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Understanding 12 Types of Key Performance Indicators

Key Performance Indicators (KPIs) are quantifiable goals intended to measure the scope or potential of a company's success or attainable business objectives. These performance measurements can help indicate which components of your business are the most beneficial to its progress, which ones can help optimize its performance, or which areas of your company may need work.

There are a variety of KPIs that can help measure the performance or progress of your business. Some types of KPIs include:

  1. Quantitative indicators: Quantitative indicators are represented by continuous or discrete numbers, which can be ratios, percentages, or whole numbers that represent values like rating scales, dollars, or weight. These indicators are the most straightforward quantifiable measures of performance, as they present direct numerical values.

  2. Qualitative indicators: These indicators are not expressed numerically but through feelings or opinions. An employee satisfaction survey can be an example of qualitative data where performance is based on feedback.

  3. Leading indicators: Leading indicators are variables that can help identify long-term trends and possibly predict successful future outcomes of your business processes.

  4. Lagging indicators: Lagging KPIs compare a business' current performance in a particular field with their past performance in the same field.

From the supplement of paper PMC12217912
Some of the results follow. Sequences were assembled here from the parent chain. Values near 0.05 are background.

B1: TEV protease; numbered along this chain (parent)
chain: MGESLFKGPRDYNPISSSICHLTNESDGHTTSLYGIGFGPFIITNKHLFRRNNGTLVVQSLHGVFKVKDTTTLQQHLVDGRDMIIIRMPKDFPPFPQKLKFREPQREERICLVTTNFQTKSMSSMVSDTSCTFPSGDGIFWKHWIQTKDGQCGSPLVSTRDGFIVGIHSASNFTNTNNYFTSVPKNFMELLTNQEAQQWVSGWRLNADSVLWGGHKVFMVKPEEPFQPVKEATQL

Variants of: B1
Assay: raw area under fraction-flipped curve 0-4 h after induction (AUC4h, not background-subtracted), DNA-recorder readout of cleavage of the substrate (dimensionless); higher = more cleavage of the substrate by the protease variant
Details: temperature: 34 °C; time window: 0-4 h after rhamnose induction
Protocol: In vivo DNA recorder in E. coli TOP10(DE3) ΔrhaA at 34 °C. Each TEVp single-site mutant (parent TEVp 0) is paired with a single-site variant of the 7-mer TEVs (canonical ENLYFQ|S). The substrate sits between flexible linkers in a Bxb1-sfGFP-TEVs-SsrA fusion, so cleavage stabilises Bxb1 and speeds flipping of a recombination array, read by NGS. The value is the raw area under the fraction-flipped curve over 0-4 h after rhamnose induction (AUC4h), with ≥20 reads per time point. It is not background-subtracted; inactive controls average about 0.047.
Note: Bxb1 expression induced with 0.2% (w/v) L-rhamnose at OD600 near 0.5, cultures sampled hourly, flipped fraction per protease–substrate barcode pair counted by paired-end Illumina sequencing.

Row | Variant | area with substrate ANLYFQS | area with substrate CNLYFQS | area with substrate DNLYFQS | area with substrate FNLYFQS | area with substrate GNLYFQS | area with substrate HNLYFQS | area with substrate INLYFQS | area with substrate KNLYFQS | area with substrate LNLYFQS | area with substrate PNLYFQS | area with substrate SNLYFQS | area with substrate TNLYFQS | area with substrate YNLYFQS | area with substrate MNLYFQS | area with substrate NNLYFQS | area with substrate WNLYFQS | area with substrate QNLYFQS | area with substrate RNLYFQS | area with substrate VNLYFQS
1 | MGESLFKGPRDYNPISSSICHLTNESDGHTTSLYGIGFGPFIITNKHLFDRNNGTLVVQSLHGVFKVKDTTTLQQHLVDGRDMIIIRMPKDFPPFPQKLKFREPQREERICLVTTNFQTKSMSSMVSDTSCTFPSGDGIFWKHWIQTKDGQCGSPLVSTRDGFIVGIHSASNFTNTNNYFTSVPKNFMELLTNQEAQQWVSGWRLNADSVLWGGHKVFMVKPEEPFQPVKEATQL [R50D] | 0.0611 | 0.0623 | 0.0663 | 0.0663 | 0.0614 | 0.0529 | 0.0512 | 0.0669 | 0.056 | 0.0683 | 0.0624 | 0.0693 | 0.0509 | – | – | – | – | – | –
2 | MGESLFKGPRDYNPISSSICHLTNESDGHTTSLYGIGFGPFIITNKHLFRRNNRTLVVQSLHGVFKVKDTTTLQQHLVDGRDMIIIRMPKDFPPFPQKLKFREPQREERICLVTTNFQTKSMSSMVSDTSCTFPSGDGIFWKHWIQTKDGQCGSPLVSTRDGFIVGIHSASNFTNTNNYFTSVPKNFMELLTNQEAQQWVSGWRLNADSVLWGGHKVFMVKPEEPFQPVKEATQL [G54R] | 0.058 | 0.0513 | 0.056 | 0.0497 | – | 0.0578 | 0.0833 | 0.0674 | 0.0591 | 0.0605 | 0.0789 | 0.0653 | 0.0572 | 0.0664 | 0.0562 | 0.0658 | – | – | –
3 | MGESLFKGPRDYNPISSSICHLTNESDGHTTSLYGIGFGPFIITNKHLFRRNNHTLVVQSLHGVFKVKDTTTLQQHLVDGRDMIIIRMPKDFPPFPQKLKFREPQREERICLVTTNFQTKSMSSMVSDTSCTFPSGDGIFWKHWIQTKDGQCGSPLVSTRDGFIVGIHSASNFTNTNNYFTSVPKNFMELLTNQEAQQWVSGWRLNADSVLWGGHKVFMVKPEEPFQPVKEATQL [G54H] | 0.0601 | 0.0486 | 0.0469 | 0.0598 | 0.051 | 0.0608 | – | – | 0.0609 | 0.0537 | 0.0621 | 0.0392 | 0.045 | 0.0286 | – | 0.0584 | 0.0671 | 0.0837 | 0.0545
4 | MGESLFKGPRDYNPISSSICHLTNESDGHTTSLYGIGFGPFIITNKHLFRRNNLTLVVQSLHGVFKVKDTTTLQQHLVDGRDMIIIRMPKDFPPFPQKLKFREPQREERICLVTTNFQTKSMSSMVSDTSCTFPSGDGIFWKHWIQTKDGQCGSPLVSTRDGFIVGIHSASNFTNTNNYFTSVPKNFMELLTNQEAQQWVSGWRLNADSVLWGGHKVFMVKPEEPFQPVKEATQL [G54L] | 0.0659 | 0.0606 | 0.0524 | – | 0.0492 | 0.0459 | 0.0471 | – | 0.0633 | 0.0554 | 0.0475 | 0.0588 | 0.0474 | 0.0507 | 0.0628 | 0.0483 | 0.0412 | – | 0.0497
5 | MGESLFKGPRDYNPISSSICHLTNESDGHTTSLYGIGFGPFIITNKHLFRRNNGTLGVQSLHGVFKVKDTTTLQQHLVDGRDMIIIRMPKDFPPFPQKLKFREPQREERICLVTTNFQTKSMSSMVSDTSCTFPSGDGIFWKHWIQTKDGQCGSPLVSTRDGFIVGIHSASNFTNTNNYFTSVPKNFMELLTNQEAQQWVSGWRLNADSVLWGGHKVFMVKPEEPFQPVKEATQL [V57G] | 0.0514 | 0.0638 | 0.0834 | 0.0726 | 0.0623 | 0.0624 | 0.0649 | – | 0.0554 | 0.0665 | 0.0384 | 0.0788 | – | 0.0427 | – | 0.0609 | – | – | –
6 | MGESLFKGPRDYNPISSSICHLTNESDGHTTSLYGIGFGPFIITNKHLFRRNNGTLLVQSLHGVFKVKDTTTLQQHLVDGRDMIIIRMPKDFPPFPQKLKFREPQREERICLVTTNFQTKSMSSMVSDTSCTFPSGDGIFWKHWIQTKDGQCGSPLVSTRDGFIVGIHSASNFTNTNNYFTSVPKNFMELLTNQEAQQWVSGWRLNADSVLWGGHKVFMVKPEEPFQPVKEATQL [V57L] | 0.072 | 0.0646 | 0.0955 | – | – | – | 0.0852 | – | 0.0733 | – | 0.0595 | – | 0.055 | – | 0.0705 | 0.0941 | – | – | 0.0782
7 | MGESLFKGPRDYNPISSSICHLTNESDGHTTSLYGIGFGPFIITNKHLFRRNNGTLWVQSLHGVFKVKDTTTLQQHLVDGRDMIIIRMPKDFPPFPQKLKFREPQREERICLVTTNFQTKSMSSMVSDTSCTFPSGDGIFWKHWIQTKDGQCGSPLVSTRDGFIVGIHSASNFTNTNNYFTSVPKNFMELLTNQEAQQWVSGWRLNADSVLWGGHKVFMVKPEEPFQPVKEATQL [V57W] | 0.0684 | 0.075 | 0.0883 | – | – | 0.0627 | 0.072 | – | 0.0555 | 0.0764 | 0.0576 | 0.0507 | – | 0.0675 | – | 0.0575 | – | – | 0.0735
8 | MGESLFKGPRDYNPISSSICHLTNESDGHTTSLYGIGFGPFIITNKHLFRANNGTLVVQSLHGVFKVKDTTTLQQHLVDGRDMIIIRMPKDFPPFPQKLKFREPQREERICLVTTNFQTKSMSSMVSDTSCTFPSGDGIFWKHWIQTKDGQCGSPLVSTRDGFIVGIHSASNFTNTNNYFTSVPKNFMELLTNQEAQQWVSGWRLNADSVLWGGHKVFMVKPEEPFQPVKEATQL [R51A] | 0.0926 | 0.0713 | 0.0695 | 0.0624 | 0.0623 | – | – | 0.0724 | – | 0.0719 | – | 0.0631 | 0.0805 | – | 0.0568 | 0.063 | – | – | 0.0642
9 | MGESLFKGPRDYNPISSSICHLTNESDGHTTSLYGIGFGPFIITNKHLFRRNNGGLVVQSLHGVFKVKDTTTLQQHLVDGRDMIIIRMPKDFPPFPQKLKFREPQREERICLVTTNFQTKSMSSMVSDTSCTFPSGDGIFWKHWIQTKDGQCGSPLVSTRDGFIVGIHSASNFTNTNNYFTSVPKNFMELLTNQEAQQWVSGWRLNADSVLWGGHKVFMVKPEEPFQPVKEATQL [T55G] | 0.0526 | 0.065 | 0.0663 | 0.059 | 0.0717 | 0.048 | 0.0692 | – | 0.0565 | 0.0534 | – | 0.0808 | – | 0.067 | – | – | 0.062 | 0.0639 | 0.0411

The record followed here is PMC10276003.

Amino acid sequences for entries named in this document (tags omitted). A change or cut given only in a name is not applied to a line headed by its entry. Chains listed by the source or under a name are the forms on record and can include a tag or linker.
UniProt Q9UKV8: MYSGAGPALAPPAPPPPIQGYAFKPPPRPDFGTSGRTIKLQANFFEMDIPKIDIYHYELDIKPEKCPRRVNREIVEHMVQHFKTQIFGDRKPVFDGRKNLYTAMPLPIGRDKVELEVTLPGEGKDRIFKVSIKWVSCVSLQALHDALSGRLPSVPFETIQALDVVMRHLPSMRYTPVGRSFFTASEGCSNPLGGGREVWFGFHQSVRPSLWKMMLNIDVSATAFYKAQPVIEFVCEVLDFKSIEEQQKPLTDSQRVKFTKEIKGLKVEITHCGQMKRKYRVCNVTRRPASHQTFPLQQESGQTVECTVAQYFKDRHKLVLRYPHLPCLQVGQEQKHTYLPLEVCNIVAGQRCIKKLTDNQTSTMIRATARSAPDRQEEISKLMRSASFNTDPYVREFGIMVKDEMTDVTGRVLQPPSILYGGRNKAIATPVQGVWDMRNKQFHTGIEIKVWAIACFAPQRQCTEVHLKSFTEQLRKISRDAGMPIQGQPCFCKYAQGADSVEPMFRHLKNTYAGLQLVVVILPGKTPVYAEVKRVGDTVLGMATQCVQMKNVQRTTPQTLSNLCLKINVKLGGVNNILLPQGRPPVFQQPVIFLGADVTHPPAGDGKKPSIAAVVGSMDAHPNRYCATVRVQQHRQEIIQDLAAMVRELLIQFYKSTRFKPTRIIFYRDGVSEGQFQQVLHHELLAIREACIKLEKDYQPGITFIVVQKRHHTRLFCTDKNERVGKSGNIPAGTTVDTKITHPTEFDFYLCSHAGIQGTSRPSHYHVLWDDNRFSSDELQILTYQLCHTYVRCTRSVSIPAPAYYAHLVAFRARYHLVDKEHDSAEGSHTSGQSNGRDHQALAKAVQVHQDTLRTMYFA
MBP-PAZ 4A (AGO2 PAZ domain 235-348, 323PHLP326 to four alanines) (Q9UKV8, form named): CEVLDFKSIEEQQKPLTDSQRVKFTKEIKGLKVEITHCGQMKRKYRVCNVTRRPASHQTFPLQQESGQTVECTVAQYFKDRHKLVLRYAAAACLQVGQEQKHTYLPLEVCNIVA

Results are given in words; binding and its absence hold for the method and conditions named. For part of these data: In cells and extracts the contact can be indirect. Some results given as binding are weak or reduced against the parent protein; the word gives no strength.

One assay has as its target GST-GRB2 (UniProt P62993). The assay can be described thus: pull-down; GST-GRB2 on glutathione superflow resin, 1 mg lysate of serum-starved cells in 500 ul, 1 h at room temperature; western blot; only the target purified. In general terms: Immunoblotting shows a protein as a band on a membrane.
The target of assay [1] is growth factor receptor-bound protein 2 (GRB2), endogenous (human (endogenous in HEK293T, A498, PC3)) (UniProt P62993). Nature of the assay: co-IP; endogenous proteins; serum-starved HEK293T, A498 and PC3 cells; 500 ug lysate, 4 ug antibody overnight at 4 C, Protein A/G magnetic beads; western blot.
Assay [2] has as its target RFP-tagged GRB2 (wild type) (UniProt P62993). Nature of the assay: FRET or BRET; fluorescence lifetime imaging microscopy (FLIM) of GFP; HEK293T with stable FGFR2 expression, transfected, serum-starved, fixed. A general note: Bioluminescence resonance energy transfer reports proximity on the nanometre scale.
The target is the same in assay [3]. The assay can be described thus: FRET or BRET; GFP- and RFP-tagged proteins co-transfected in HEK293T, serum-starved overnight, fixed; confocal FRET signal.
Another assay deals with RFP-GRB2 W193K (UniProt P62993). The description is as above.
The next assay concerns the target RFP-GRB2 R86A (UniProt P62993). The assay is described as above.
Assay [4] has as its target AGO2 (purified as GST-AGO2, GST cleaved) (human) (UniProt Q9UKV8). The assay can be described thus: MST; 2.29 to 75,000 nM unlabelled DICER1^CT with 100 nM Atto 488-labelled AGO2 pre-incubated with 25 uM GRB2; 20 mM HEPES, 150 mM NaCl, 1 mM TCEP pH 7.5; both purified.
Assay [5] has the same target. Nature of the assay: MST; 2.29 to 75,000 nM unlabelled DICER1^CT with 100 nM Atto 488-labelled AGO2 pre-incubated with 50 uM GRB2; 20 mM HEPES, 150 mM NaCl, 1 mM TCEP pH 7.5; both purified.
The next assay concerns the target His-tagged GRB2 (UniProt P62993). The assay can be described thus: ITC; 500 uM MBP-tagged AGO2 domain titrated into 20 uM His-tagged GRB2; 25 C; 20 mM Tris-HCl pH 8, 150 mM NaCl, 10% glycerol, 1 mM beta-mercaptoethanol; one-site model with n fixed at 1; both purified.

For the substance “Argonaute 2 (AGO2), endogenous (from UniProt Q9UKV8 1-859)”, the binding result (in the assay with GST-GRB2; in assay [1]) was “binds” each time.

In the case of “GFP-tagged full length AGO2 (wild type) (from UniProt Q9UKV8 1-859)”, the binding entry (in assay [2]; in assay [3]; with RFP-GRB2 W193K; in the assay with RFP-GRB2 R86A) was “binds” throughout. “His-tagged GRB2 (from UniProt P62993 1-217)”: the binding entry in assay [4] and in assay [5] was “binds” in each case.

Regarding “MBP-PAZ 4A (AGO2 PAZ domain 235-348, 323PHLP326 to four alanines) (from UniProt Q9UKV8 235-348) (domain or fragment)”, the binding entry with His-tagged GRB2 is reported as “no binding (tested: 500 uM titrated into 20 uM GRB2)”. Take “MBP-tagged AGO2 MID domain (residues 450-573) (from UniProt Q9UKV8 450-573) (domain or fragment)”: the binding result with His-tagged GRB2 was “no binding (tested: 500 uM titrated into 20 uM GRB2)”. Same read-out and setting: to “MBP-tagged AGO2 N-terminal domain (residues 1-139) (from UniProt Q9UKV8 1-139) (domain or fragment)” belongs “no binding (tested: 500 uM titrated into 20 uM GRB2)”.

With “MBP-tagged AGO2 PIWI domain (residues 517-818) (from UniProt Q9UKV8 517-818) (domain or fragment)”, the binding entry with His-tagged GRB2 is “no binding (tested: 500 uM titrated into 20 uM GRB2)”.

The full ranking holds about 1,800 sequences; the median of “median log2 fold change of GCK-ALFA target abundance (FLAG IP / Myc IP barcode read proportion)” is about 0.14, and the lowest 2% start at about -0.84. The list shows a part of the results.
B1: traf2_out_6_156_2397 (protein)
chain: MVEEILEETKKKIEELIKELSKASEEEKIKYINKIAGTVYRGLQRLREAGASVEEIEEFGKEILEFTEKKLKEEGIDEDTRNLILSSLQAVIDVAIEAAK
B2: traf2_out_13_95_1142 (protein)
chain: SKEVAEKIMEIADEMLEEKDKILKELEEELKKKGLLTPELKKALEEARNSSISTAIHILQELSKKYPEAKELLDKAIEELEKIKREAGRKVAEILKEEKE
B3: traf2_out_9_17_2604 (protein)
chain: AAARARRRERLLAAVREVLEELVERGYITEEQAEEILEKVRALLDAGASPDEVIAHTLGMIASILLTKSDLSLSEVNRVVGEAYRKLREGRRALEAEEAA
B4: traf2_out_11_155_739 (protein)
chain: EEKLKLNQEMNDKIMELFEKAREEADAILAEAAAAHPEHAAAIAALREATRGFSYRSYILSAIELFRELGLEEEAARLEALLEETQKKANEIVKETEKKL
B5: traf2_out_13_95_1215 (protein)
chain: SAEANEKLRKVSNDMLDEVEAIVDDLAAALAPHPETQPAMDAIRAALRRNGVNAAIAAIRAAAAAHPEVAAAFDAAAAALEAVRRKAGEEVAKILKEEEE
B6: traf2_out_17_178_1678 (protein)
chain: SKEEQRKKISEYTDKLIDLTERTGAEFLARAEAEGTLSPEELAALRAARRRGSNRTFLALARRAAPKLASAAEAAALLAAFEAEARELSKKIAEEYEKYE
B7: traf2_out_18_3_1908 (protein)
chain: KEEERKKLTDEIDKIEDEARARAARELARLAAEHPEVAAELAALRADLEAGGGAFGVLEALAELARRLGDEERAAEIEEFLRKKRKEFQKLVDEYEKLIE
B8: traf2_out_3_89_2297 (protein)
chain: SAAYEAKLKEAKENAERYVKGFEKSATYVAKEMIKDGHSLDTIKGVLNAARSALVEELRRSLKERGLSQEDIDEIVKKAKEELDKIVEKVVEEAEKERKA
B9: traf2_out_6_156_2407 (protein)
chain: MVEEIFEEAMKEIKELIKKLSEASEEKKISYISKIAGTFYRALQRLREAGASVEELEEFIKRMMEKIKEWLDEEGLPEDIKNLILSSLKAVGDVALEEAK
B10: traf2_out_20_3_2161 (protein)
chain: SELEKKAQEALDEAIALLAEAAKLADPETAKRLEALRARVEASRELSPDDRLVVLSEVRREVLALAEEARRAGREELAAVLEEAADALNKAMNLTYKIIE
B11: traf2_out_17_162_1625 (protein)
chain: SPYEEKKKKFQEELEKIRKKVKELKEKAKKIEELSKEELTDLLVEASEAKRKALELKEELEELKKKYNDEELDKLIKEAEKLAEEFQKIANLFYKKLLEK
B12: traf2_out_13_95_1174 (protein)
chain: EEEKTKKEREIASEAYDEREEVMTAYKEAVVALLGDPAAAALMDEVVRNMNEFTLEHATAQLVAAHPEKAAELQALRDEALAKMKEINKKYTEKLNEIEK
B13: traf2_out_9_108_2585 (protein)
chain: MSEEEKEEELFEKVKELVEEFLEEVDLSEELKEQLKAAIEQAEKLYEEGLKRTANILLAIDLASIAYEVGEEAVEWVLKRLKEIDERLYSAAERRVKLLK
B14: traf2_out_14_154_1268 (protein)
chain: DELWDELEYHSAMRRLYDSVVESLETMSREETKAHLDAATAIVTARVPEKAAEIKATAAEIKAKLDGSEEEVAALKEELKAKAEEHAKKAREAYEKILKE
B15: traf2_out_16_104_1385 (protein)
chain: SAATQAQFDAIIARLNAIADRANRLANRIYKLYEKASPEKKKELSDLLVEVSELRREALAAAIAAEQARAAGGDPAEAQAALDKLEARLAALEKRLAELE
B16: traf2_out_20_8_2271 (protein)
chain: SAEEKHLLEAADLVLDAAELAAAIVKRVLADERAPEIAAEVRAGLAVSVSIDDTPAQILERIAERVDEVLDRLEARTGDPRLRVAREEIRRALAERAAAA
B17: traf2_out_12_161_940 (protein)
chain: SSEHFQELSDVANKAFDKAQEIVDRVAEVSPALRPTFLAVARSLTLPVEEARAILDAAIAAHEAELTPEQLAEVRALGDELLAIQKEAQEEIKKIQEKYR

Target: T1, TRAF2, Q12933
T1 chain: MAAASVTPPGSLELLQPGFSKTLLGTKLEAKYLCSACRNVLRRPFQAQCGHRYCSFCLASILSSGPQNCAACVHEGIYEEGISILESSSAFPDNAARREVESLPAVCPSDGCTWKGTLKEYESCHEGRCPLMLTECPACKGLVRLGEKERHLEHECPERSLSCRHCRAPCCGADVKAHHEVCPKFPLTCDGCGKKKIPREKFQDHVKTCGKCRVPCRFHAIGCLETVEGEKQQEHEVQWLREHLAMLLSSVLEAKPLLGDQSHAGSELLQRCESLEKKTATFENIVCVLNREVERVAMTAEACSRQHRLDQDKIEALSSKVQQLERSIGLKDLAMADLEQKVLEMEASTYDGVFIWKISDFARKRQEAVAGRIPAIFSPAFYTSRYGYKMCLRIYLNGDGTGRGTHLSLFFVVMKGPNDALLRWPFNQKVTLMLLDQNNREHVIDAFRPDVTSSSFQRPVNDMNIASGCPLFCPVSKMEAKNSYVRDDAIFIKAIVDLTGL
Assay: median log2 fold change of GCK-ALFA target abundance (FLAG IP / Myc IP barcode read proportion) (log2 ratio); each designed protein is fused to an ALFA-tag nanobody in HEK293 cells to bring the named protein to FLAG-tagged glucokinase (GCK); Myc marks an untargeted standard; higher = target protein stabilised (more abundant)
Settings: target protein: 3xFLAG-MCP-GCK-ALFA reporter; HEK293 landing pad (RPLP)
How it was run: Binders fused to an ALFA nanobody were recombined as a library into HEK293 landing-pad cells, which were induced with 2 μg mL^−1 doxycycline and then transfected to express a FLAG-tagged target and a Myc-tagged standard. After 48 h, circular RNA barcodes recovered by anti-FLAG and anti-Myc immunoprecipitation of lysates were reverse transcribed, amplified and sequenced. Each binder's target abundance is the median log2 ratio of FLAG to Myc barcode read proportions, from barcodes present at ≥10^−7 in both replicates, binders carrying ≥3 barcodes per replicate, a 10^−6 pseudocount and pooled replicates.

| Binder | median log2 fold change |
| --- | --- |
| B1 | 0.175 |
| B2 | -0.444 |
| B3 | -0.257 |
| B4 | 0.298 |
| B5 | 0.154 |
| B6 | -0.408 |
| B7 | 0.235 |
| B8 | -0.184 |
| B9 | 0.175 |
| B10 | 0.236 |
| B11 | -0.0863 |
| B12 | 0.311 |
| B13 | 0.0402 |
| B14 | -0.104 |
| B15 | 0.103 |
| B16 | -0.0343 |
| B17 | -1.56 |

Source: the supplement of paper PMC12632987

5. Input indicators: Input indicators are a type of KPI that track the resources necessary to produce the intended outcome, such as funding or extra staff. Input indicators can help companies keep track of how efficiently they are using their resources.

  6. Output indicators: Output indicators measure the success or failure of your business activities, like the number of goods or services created through a particular process. Revenue growth and new customer acquisition also indicate how well your business is performing.

  7. Process indicators: Process indicators represent the efficiency of a business's process and how effectively it is functioning.

  8. Practical indicators: Practical indicators explore the function of an existing process at a company, usually involving observation or feedback on that process.

  9. Directional indicators: Directional indicators help determine the company's success in comparison with competitors, while practical indicators are specific to the company's process within itself.

  10. Actionable indicators: Actionable KPIs measure a company's ability to enact change whether through political action or a shift in company culture.

  11. Financial indicators: Financial indicators are a marker of a business's monetary growth and stability. When paired with other KPIs, this indicator can help paint a more complete picture of your company's financial viability.

  12. Outcome indicators: These indicators are a marker of whether the program is meeting its goals via the short or long term.

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